I am often asked to identify insects for people and while it can be a challenge, it is something I truly enjoy! After all, correct ID is an integral part of control.

Spring is the perfect time to start fly control in animal production facilities (hint: IGRs!) but how do you know what fly to treat for? Not all insecticides on the market are labeled for all species of filth flies; some may only be labeled for house flies, while others are labeled only for biting flies.

Fly behavior (horn flies rarely leave their host!), feeding habits (biting or sponging mouthparts?), and biology (complete metamorphosis, anyone?) are just a few considerations we make when labeling an insecticide. Other attention is paid to how the product will be applied to the animal or where on the farm or ranch the product will be used.

Correctly identifying the filth fly you are dealing with in your production system will help to target the approach you take for control, saving you time, money, and frustration.

Flies are one of the most commonly encountered pests around the globe, living in close association with humans and confined animals. Filth flies are more than just an inconvenience in livestock facilities; they are devastating to the herd in the form of weight and production losses, and death to animals through insect-vectored disease pathogens. Correctly identifying the filth fly present in your facility is integral to control.

House Fly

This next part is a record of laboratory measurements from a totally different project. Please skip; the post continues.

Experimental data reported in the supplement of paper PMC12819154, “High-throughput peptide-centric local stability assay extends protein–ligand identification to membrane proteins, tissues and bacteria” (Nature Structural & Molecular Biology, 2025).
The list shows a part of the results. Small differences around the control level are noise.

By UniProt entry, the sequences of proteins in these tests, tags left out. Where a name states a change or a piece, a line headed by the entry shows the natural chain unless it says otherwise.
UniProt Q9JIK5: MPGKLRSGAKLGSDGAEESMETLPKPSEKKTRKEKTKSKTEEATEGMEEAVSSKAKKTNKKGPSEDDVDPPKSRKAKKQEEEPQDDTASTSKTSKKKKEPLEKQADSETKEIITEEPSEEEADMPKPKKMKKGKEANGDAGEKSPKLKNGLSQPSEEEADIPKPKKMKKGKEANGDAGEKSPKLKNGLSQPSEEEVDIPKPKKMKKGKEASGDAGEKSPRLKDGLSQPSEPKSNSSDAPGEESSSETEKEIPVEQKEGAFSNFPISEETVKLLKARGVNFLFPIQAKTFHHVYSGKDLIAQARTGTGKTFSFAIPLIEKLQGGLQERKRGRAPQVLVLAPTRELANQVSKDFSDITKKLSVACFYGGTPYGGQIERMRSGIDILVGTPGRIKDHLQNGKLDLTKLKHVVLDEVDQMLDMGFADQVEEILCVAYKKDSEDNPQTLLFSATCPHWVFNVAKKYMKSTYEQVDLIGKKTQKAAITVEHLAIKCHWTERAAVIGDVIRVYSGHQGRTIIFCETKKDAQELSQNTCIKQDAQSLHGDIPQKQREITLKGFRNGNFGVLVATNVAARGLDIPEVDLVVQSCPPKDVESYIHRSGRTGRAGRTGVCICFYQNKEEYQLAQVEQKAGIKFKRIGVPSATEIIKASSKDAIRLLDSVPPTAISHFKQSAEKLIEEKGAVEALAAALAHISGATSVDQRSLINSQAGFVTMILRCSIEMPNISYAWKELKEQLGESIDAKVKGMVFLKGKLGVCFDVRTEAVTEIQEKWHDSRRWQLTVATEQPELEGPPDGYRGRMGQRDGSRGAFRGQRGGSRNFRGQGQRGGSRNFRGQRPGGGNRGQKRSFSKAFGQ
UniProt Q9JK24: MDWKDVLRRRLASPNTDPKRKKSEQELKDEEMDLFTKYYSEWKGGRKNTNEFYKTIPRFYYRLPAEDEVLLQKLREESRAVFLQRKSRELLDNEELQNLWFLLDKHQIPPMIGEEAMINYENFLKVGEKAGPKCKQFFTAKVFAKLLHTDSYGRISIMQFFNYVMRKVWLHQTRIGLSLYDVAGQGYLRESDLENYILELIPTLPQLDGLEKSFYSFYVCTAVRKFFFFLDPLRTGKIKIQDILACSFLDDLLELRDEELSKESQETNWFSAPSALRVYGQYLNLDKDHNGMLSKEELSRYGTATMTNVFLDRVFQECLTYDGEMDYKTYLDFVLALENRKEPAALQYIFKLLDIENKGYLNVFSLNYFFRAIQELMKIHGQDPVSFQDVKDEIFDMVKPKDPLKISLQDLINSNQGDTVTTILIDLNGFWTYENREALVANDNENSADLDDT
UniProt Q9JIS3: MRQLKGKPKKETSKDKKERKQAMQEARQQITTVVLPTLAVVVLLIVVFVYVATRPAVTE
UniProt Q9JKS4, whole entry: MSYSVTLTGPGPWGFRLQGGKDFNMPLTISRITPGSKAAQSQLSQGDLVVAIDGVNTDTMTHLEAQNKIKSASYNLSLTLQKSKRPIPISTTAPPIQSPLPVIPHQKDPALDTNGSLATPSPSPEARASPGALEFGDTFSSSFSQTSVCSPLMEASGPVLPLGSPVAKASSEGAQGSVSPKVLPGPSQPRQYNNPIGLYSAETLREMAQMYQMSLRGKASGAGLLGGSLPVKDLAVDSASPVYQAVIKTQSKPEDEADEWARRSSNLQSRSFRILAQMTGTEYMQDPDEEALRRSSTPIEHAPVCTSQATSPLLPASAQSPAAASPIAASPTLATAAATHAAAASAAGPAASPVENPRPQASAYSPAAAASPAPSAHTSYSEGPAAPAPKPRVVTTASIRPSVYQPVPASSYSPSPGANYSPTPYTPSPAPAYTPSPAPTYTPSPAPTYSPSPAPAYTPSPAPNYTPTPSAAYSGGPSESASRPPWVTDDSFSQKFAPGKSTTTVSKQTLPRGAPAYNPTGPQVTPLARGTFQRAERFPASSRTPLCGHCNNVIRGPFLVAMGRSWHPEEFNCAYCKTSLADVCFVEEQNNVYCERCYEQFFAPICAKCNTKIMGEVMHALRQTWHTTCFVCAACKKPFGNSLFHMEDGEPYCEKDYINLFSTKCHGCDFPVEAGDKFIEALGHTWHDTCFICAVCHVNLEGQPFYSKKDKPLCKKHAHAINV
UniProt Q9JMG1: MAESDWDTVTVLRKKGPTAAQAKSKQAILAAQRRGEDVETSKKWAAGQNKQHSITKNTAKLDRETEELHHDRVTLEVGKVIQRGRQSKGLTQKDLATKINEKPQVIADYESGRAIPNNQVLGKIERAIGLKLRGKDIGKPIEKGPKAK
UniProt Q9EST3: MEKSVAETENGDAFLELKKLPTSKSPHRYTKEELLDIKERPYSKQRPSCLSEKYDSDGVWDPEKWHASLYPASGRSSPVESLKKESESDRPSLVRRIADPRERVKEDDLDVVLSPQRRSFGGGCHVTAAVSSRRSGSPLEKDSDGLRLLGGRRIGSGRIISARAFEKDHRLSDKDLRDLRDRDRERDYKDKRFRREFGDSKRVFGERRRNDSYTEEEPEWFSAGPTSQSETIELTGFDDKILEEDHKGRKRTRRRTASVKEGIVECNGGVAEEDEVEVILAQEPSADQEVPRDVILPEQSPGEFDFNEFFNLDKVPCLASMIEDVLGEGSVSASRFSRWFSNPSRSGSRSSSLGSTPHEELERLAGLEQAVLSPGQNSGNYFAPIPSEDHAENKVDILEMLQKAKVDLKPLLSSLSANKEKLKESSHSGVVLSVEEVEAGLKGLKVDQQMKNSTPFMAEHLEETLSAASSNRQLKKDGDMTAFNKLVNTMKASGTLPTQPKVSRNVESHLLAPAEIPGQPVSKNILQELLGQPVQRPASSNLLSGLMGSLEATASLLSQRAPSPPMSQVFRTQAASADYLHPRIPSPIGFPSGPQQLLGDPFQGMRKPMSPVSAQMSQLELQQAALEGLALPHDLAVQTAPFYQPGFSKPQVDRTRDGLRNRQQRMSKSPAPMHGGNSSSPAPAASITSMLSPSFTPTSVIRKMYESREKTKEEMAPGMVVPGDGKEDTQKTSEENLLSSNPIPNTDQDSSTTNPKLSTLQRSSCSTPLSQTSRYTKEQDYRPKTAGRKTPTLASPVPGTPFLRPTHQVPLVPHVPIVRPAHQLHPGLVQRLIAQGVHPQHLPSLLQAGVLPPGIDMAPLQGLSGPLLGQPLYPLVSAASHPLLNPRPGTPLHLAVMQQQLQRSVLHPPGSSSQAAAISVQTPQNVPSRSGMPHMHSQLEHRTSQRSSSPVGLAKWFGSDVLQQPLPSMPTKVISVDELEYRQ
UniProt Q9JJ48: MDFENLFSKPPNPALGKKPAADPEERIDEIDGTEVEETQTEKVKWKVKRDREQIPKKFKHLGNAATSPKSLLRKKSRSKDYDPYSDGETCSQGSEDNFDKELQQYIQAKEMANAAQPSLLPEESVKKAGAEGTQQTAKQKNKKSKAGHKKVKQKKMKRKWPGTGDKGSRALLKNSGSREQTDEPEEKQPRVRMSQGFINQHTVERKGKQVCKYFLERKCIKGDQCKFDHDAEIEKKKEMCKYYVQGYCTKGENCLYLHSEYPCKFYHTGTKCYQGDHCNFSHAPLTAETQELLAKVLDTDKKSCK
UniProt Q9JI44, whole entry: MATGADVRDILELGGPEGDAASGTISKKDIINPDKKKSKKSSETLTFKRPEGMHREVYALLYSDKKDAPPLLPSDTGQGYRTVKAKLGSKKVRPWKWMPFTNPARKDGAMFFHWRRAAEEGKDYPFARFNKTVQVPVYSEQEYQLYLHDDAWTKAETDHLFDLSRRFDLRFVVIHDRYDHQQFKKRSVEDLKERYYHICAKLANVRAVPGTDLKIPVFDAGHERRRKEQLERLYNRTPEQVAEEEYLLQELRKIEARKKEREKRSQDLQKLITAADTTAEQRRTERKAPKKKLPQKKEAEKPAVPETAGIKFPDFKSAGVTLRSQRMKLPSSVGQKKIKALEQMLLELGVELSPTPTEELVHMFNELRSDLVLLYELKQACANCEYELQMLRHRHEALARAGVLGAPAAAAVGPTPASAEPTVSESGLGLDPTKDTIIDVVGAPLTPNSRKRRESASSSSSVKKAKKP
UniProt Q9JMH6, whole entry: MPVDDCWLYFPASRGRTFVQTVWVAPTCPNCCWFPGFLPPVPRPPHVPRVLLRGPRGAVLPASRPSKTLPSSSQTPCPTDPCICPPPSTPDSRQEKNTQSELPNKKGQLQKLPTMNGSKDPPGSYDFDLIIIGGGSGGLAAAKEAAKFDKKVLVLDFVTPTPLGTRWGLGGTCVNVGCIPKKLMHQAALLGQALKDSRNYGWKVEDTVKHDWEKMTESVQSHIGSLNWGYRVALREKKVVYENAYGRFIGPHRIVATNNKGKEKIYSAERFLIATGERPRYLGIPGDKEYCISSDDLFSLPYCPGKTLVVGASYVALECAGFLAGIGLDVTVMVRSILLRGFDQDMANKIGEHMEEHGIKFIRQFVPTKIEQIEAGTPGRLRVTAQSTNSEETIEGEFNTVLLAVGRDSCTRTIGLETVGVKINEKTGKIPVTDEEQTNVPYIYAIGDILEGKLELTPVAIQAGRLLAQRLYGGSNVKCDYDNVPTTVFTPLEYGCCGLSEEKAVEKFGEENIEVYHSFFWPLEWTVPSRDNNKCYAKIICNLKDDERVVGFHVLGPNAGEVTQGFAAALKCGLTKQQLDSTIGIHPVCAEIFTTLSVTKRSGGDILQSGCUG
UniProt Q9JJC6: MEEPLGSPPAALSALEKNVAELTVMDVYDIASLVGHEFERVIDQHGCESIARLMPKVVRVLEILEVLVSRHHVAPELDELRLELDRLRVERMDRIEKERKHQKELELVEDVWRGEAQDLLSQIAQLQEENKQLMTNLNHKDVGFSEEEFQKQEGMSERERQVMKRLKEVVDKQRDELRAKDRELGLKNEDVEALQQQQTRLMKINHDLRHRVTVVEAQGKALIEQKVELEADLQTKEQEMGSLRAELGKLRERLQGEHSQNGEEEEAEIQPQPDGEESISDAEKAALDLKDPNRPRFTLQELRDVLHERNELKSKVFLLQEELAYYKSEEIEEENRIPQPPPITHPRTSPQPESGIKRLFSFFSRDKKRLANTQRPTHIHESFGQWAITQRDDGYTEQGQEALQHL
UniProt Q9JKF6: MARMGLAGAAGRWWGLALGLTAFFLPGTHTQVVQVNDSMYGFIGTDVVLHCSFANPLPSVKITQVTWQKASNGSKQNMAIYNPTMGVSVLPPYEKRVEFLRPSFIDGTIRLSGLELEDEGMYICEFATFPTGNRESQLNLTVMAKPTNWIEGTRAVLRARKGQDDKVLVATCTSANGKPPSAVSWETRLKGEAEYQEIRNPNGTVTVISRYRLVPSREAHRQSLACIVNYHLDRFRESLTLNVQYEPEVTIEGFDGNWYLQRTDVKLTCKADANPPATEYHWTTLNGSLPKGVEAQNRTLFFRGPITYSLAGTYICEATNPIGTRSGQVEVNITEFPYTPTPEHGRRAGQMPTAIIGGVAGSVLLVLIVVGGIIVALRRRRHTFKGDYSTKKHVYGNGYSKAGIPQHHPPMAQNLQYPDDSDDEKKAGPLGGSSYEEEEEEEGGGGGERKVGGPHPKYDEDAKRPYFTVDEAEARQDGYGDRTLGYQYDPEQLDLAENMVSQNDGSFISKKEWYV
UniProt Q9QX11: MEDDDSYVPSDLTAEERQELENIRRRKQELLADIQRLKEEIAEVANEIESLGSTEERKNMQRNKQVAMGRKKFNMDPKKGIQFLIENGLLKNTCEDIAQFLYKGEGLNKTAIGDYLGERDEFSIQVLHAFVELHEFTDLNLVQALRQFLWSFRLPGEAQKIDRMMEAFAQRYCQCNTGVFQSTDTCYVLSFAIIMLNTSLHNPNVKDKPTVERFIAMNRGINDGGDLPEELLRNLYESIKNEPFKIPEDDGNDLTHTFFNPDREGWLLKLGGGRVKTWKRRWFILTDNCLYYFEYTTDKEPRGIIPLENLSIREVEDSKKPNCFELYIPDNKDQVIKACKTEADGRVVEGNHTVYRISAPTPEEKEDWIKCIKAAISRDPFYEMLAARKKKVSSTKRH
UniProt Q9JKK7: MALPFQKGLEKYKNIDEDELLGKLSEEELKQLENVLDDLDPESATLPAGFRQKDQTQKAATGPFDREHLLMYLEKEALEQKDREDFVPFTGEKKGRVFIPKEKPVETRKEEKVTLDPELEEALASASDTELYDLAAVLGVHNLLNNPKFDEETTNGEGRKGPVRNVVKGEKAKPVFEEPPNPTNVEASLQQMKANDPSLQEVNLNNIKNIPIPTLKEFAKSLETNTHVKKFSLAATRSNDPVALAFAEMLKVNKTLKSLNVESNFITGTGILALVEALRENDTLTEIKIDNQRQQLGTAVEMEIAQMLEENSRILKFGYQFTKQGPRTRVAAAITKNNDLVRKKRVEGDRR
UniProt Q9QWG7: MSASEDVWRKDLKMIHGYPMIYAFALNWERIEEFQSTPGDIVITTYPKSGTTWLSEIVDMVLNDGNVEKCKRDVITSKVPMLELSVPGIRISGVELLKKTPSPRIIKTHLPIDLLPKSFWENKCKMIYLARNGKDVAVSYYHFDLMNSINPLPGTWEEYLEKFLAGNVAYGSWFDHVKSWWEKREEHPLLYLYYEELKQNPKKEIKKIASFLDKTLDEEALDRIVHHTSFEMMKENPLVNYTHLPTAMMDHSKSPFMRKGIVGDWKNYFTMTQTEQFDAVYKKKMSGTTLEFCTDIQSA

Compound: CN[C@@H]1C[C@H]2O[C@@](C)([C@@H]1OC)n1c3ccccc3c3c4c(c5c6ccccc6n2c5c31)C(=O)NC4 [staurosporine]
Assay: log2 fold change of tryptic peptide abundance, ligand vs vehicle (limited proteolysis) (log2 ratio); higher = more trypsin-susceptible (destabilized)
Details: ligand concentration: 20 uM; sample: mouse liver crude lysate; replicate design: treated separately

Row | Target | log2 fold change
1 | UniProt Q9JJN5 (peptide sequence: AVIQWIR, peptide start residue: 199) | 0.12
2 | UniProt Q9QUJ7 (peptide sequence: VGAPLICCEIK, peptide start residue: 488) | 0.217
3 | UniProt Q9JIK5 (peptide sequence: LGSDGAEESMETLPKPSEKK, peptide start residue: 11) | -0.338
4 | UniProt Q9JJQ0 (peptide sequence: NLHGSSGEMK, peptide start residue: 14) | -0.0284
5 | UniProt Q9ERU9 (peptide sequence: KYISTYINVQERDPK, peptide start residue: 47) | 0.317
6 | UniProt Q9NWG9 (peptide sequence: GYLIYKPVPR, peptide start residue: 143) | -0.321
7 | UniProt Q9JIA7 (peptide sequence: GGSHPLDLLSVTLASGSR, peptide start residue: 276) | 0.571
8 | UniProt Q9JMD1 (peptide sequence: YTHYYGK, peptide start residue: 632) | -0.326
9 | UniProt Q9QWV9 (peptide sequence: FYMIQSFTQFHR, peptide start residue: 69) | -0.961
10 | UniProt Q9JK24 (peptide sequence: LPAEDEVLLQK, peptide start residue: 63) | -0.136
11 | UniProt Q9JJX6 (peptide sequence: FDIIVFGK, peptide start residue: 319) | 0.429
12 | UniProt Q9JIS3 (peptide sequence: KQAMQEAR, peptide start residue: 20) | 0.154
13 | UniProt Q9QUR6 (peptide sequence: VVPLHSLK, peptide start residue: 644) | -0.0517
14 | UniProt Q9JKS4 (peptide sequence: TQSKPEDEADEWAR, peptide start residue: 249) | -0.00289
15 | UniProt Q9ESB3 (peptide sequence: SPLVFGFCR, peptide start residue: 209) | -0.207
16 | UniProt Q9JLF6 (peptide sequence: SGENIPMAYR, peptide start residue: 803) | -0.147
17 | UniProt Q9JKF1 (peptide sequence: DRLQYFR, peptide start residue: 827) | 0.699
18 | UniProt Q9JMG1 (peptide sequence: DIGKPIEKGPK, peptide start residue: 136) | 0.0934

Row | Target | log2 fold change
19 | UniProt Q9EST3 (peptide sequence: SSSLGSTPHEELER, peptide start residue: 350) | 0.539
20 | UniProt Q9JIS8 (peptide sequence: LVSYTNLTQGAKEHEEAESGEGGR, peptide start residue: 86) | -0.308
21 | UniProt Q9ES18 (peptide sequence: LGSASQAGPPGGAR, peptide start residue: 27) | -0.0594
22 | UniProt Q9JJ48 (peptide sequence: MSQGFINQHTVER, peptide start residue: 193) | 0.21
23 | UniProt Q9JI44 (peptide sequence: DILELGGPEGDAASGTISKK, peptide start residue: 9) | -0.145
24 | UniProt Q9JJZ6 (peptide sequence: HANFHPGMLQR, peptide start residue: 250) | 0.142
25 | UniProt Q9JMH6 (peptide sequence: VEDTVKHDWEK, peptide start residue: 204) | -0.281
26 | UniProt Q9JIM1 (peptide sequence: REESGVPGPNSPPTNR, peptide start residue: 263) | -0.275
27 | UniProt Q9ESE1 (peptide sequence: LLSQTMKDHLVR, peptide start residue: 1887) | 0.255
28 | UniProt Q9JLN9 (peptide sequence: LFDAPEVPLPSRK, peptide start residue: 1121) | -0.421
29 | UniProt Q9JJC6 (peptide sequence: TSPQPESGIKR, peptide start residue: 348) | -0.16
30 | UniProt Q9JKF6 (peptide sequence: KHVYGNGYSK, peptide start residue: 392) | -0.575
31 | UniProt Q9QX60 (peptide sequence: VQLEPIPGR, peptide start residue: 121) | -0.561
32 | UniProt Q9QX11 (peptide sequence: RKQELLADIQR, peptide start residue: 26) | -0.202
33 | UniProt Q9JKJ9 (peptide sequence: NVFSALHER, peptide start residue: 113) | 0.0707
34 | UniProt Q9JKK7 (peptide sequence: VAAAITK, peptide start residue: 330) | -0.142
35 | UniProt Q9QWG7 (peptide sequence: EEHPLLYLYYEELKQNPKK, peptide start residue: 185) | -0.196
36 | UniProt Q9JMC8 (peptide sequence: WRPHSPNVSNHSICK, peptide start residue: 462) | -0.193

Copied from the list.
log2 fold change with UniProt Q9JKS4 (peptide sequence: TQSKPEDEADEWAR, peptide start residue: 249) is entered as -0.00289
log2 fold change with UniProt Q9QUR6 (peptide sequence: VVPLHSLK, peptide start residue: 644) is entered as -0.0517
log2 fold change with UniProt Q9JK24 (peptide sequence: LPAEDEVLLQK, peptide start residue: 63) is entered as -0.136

Musca domestica
6-9 mm long

House flies are ⅛- to ¼-inch long and dull gray in color with four distinctive dark stripes on the back of their thorax. The female house fly’s abdomen is checkered grey and black on top with yellow coloring on the sides. They have two wings. The head is dominated by non-biting, sponging mouthparts and large, red/brown compound eyes surrounded by a light gold stripe. A pair of short antennae emerge from between the eyes.

Face Fly

Musca autumnalis
6-10 mm long

Face flies are often confused with house flies due to their grey thorax with four black stripes. However, face flies are smaller in size at only 1/4 to 1/3 of an inch long. The female face fly’s abdomen has a characteristically yellow patch on the bottom of the first abdominal segment. The male face fly’s abdomen has a distinct, black longitudinal band along the midline and bright yellow sides. They have two wings. Face fly adults have non-biting, sponging mouthparts. A pair of short antennae emerge from between the eyes.

Stable Fly

Stomoxys calcitrans
5-7 mm long

Stable flies are ⅛- to ¼-inch long and brownish-gray in color with a greenish-yellow sheen and checkered abdomen. Additionally, they can be identified by the 7 black circular spots on their abdomen.  They have two wings. Stable fly adults have biting (piercing-sucking) mouthparts. A pair of short antennae emerge from between the eyes.

Horn Fly

Haematobia irritans
3-5 mm long

Horn flies are 3/16th of an inch long and dark gray in color with an iridescent sheen. They have two wings. Horn fly adults have biting (piercing-sucking) mouthparts. They can be identified by their small size and specific relationship to livestock hosts. A pair of short antennae emerge from between the eyes.

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